Fast-forward to this week, and the flip-flopping remains evident. It should not be a surprise really, as I have already pointed out that this will remain the case as long as the governance framework remains as it is.
An executive decision to create a MK5000 denominational note has been rescinded apparently because the public disapproval was too strong. Now some might say that is a good thing because it demonstrates that the executive is listening to the populace. I tend to disagree with that reasoning, however, because the decision was first made without popular input. Additionally, there are many decisions that have received popular disapproval to which the executive has rendered nothing but a deaf ear.
What this retreat from creating a K5000 note denotes is very clear. Indecisiveness. Flip-flopping.
The examples are many.
Now, readers of this column, some with common sense and even others with uncommon sense like mine have often criticised me of always attacking Peter Mutharika and his government without suggesting any solutions as to how he can govern better. I thought it should have been obvious that when a mother is telling a kid that playing in the mud is a bad thing to do, then she is also directly telling the kid to play on dry ground, and NOT to play in the mud.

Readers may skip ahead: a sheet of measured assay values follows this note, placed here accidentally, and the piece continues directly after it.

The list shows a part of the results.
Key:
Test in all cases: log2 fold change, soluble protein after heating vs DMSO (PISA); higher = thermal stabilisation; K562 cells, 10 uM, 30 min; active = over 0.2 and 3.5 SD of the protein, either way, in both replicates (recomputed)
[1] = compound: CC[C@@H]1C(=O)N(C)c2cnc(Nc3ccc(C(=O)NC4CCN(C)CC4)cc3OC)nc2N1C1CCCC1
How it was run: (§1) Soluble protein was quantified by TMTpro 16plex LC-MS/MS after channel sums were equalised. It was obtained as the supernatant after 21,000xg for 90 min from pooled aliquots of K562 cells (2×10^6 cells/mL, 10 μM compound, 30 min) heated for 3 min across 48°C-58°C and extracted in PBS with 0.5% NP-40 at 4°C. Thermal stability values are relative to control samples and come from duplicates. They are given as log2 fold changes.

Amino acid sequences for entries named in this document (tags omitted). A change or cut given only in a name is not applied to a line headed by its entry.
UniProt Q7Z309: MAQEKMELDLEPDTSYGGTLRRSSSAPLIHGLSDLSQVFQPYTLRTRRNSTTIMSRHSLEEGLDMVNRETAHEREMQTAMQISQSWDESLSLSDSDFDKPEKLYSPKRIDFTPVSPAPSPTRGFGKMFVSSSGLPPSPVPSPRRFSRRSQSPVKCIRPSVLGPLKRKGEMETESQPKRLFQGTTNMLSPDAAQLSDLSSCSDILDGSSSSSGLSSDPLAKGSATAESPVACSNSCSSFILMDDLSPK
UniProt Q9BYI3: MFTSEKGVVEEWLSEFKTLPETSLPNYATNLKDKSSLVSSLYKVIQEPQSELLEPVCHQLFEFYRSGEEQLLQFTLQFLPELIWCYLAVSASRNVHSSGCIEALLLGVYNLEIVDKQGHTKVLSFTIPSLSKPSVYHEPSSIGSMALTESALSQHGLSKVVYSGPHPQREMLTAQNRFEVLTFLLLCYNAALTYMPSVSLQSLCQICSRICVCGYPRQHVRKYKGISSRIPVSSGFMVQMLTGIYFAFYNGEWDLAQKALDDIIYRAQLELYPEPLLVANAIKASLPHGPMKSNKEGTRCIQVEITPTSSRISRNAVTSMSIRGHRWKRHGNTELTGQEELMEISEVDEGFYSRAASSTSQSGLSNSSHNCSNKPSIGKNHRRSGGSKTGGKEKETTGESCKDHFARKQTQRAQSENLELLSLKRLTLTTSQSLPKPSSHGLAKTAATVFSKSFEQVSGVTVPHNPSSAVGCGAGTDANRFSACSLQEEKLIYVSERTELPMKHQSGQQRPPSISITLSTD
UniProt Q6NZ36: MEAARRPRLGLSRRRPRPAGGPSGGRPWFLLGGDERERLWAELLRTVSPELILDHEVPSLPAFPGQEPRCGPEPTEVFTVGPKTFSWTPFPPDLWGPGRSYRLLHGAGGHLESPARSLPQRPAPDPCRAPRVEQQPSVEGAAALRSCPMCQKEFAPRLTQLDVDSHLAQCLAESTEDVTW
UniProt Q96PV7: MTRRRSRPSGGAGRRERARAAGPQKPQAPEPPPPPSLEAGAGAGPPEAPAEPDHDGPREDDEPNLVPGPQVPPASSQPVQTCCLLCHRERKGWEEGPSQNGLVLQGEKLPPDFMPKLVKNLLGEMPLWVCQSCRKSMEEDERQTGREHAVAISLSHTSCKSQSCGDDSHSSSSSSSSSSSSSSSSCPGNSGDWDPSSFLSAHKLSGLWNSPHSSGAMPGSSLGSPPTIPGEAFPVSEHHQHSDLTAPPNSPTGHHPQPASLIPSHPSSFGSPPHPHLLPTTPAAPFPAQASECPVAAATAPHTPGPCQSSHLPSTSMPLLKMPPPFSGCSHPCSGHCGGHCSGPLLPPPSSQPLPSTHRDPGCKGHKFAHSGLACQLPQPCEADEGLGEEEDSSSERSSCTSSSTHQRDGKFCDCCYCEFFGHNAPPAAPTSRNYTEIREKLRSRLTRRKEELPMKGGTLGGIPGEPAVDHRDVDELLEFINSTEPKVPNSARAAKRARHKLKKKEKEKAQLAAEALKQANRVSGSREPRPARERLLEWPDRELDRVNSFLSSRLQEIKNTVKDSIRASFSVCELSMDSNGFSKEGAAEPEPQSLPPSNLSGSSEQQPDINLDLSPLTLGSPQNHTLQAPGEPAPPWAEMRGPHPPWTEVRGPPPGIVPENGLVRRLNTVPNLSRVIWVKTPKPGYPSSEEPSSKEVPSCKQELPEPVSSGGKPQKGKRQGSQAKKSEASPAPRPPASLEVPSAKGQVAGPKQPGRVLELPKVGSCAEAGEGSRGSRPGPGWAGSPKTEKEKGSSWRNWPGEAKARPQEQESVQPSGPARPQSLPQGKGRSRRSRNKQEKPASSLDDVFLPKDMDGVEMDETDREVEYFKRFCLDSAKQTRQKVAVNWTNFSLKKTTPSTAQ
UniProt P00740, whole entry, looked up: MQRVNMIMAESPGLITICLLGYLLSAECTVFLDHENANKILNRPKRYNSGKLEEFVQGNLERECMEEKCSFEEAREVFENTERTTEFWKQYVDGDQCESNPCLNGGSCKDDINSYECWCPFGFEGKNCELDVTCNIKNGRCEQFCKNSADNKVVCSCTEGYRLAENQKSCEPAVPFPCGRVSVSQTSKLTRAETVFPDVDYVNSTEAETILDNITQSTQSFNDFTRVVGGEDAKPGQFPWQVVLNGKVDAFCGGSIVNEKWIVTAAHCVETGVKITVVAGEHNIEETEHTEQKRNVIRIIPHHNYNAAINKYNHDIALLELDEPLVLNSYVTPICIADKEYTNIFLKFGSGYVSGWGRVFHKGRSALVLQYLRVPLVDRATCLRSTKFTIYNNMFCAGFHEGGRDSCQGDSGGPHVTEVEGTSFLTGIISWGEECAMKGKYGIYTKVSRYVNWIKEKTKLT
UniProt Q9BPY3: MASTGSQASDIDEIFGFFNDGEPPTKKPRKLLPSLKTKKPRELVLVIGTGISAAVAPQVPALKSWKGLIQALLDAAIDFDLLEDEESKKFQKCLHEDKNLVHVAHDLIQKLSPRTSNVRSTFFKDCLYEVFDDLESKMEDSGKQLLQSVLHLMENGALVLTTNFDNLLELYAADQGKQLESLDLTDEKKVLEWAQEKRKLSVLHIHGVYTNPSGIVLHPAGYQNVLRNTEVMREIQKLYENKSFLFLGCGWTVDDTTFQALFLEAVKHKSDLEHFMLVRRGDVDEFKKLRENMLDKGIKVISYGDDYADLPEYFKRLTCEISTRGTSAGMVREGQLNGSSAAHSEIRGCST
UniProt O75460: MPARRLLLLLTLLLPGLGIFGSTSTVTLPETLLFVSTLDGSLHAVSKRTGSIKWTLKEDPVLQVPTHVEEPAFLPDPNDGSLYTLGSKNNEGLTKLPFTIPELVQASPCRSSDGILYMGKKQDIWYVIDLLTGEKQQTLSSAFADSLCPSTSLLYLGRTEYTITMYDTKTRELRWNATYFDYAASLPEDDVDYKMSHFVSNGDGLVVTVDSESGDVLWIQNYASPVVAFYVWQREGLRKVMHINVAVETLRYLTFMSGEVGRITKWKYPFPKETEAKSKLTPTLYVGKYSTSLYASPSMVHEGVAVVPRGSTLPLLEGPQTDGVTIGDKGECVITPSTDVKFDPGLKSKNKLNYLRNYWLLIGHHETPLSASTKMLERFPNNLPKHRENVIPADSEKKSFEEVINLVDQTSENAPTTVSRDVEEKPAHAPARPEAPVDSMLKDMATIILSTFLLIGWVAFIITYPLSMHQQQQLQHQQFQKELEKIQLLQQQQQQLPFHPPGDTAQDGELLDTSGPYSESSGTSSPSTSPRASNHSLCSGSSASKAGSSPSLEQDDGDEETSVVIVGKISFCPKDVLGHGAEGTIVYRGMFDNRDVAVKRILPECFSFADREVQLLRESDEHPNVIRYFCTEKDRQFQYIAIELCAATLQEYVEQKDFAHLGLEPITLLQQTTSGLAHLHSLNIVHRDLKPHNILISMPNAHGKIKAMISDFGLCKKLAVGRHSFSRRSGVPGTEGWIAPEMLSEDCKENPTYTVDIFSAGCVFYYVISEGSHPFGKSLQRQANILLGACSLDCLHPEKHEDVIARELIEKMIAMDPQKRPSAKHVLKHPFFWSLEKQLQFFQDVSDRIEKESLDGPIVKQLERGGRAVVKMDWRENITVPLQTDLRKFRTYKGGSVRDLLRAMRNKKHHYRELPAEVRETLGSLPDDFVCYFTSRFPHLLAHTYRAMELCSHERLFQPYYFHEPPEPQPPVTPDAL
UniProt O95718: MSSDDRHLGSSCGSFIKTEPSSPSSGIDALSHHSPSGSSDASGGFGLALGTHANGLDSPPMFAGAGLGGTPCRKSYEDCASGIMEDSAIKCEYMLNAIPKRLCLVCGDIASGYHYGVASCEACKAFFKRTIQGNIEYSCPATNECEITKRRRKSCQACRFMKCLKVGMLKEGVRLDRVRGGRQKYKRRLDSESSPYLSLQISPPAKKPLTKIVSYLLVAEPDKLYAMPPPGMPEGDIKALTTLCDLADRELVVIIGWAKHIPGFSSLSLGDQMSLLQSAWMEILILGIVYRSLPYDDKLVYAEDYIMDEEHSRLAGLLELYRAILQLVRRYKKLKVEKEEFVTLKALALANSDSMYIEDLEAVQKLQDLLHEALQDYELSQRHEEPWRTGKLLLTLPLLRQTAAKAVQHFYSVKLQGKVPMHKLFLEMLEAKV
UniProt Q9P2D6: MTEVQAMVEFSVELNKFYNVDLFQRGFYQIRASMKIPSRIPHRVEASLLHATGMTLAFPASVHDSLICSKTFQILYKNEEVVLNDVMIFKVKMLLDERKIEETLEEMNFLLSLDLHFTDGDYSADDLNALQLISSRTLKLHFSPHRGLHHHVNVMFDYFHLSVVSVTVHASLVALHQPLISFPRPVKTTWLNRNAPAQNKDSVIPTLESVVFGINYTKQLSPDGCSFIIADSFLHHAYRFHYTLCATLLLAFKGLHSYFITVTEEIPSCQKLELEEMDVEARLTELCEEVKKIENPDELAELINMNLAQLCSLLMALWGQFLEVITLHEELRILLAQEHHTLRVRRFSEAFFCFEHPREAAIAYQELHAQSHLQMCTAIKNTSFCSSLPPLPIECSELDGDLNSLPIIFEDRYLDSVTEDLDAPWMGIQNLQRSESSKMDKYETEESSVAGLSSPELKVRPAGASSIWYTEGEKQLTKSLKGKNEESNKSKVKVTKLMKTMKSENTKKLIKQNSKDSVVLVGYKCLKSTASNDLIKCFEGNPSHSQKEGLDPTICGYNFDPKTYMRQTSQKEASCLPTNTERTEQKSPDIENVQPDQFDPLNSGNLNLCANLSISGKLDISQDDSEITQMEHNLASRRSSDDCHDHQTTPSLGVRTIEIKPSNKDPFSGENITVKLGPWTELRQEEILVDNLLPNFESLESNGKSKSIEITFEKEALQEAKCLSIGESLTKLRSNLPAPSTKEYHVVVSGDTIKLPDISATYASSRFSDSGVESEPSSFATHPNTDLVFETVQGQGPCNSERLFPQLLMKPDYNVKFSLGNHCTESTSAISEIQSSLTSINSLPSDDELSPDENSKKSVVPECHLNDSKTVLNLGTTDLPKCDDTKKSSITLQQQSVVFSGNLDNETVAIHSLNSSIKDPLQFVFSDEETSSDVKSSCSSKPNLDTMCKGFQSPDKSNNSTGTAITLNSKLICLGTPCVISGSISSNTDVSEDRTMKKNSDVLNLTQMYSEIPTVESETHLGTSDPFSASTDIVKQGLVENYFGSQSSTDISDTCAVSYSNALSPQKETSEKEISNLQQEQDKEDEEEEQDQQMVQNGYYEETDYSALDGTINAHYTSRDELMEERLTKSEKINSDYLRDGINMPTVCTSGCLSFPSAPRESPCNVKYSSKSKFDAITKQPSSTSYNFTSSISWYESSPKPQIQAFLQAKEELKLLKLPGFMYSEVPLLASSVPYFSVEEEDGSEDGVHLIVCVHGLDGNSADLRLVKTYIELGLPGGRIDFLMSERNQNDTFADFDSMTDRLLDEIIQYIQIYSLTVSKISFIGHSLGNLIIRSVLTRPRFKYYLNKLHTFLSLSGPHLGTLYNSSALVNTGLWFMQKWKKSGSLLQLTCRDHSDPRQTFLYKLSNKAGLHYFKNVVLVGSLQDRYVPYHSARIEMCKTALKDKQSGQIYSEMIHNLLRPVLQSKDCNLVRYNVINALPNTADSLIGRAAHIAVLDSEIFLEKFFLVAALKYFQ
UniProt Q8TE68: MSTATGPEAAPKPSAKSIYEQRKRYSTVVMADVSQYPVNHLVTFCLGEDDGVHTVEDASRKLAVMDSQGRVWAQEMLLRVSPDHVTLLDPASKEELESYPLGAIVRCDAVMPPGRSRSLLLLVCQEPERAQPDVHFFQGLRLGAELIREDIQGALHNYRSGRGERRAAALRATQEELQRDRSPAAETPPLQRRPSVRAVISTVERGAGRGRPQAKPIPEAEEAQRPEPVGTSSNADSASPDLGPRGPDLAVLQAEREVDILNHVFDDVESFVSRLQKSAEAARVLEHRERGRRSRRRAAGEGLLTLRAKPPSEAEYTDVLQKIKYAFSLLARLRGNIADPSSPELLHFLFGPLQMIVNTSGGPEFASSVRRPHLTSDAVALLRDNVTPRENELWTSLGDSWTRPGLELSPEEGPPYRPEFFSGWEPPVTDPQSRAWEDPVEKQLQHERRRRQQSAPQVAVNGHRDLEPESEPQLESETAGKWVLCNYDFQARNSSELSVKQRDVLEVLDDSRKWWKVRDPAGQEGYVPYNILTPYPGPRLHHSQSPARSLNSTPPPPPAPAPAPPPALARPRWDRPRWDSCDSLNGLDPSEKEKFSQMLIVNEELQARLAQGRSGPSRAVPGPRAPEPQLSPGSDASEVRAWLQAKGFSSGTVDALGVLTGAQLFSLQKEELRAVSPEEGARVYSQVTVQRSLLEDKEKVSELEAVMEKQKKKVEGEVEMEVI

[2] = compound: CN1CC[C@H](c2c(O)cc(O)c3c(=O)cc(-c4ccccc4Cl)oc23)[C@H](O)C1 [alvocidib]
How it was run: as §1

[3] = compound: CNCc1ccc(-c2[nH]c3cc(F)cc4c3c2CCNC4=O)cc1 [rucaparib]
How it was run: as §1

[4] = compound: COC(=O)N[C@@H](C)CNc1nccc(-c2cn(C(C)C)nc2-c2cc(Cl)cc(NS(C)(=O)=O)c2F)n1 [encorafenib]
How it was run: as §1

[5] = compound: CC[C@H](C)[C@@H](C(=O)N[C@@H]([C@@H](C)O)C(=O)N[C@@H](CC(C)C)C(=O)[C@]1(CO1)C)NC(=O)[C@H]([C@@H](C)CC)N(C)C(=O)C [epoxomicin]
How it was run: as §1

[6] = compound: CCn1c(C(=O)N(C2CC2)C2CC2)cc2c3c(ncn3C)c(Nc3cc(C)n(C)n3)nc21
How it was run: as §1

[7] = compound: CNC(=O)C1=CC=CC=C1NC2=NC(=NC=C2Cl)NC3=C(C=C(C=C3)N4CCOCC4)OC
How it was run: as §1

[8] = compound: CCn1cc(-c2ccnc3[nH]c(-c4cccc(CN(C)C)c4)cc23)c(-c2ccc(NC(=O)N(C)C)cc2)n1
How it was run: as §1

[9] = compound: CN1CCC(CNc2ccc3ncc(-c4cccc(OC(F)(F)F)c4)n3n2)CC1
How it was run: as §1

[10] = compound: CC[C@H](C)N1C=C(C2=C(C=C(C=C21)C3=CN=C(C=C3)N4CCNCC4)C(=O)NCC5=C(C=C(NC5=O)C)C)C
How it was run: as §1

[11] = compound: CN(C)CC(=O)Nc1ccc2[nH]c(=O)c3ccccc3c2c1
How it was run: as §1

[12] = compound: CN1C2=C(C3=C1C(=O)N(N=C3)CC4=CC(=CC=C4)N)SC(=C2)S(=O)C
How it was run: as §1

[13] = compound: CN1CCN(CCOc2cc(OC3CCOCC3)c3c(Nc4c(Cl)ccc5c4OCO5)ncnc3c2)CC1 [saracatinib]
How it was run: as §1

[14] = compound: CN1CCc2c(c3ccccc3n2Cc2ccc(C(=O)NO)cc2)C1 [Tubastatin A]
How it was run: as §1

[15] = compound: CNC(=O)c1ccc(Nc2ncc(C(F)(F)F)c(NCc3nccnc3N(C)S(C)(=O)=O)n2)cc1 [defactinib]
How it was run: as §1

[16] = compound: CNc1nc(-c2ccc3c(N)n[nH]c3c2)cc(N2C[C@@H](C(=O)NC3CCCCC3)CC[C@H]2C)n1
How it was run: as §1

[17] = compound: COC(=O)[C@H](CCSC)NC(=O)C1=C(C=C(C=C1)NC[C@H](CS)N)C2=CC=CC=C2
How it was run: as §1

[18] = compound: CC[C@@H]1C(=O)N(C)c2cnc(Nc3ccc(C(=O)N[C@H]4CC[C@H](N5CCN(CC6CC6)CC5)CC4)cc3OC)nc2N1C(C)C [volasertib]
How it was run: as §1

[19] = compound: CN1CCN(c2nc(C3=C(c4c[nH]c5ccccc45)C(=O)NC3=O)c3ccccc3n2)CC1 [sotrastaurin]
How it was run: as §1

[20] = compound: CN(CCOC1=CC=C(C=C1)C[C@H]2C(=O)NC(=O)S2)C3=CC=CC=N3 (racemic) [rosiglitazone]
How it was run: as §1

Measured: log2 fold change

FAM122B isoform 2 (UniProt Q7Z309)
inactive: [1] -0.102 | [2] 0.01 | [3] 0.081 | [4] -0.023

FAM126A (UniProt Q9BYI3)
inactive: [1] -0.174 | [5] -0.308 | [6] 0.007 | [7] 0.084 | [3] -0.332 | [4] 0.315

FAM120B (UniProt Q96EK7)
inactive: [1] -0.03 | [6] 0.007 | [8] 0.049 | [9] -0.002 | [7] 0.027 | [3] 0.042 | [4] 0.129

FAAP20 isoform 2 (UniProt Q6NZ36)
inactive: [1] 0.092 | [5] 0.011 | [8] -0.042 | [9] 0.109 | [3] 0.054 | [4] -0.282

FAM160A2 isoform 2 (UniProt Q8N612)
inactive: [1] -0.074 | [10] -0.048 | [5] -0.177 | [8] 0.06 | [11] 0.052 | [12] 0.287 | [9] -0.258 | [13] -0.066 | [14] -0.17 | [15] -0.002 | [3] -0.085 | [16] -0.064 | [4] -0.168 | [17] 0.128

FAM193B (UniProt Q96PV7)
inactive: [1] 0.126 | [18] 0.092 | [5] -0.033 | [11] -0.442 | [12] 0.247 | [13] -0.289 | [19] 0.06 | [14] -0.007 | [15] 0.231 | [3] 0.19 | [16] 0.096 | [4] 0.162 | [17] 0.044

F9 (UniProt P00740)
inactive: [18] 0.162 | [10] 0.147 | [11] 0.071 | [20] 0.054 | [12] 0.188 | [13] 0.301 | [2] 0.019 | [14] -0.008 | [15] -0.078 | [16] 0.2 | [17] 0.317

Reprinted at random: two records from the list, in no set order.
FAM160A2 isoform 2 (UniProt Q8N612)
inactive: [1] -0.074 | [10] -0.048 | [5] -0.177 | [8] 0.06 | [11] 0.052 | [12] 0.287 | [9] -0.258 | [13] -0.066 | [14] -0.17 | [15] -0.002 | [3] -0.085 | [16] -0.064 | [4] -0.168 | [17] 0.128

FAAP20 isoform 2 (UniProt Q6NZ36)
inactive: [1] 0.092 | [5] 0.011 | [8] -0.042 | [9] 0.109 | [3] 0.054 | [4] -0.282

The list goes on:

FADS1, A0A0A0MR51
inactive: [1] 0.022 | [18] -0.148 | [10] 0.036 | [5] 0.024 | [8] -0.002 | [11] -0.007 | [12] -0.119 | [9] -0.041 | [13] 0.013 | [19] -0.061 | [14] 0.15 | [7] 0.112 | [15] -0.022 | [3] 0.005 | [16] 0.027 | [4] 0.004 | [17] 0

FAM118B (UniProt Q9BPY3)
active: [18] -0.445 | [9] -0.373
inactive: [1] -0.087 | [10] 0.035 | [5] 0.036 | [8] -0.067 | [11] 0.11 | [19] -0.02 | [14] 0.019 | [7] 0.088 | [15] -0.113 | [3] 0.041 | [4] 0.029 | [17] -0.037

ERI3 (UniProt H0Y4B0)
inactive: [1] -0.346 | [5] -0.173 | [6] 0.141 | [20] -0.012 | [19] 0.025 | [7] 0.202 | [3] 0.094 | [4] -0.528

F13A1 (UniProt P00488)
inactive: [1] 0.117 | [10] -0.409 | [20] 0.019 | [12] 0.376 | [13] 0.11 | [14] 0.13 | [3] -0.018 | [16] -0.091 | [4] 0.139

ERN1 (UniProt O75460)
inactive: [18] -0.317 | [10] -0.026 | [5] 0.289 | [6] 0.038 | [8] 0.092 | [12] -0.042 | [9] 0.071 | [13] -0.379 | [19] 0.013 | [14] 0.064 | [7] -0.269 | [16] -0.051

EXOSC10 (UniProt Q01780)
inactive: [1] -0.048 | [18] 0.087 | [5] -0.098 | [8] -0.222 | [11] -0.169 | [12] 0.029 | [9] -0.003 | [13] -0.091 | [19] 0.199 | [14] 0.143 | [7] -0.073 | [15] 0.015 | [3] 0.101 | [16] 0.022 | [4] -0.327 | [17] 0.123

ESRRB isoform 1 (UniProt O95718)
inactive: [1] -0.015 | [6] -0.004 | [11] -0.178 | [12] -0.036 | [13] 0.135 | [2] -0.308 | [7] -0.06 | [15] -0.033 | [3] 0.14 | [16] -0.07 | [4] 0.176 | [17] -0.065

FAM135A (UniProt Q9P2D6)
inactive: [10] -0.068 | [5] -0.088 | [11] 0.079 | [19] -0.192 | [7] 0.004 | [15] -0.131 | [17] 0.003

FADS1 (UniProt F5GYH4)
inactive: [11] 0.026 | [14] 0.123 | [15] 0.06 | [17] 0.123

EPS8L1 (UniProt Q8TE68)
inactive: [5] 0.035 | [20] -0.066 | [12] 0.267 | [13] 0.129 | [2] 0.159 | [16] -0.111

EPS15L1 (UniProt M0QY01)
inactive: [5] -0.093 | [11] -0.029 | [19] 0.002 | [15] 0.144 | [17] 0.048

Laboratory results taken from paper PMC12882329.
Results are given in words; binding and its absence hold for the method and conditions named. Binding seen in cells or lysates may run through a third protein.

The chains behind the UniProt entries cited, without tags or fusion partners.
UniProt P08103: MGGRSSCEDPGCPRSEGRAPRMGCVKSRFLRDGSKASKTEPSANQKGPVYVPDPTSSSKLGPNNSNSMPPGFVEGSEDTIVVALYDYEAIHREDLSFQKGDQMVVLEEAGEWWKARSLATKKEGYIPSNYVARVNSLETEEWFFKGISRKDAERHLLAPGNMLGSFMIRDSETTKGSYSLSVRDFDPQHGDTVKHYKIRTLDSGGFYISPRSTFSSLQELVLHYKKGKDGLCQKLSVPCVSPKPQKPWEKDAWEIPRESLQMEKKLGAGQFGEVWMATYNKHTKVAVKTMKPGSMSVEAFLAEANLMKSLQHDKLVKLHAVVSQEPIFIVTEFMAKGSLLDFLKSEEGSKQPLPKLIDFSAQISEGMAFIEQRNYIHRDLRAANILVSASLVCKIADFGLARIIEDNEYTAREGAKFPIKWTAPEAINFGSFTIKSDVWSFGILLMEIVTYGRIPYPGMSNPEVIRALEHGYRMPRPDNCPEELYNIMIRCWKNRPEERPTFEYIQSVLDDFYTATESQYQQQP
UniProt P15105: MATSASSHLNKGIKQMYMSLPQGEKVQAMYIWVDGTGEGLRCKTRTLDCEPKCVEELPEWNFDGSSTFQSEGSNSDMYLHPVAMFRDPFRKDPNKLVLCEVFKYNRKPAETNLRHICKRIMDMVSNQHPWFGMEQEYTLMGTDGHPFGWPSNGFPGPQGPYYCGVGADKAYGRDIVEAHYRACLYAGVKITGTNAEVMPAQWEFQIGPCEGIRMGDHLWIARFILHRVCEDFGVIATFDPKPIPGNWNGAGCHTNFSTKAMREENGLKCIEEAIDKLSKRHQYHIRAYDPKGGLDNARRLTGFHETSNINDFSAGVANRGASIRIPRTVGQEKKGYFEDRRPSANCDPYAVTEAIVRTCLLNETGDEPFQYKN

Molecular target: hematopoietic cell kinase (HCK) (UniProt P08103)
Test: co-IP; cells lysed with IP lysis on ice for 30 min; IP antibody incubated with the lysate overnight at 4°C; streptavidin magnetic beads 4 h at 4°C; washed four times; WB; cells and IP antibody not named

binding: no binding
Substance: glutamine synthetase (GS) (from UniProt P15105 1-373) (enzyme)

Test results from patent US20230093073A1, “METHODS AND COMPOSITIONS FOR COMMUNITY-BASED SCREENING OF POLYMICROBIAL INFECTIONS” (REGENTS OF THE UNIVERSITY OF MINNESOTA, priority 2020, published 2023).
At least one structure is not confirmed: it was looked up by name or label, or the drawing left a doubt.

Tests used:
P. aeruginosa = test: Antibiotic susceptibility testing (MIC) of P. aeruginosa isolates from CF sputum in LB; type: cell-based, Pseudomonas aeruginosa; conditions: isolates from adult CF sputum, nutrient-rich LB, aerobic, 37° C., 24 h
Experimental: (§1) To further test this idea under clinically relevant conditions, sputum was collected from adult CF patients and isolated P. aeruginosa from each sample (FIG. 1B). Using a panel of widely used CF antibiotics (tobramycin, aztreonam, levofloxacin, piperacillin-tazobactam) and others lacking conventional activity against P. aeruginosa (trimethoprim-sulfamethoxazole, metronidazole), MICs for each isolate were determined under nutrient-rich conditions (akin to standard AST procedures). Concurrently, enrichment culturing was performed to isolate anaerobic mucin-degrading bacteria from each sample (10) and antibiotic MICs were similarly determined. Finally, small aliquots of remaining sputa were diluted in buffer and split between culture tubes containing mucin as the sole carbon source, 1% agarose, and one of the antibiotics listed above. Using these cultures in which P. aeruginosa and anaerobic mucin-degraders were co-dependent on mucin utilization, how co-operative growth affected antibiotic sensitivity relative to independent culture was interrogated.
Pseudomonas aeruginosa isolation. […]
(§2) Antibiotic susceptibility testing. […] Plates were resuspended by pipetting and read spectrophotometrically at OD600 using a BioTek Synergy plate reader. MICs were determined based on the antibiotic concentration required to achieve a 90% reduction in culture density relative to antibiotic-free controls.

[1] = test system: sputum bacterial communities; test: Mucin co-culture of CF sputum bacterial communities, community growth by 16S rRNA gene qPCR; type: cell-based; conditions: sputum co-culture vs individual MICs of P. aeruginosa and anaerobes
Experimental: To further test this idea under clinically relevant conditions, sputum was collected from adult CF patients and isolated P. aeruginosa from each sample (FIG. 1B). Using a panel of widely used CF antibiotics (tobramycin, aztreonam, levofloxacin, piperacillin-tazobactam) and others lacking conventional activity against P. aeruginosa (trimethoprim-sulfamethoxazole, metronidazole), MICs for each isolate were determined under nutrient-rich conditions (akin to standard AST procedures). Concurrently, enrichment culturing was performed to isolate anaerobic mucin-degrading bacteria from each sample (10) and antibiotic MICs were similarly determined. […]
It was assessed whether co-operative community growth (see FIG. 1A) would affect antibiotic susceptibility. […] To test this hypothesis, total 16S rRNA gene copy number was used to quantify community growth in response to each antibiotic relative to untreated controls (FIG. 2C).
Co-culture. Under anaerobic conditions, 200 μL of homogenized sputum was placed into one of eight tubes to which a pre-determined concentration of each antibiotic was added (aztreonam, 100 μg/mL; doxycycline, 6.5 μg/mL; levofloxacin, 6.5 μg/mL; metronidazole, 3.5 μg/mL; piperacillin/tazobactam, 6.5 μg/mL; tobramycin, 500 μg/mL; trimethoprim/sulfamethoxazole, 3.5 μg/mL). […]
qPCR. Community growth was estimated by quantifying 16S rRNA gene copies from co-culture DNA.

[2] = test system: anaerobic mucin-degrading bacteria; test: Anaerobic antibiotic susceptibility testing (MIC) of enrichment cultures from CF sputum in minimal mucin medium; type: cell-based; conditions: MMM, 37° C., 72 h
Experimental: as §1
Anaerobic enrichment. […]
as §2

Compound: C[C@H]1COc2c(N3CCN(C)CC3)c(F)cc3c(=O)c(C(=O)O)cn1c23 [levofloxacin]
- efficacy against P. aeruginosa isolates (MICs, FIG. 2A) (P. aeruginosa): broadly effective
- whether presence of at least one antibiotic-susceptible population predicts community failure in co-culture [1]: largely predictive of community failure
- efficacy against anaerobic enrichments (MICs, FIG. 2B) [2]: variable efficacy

Nevertheless, in recent days, I have taken this on board in a more serious manner and I am going to endeavour always to offer more obvious suggestions for solutions.
What lies ahead for Malawi, if we do not make a nationally concerted effort to re-define the parameters within which our leaders, especially the executive, operate is a vicious cycle. We will continue to go to the electoral ballot every five years and vote in a new president and his team of MPs, some of whom become cabinet ministers, with hope and expectation, only to be stymied by a constitution and a governance framework that corrupts them all and allows them to loot and plunder at our expense. Then we will take to social media and to columns like this one and start talking up new prospective leaders with hope for the next election, only for the cycle to be repeated again and again.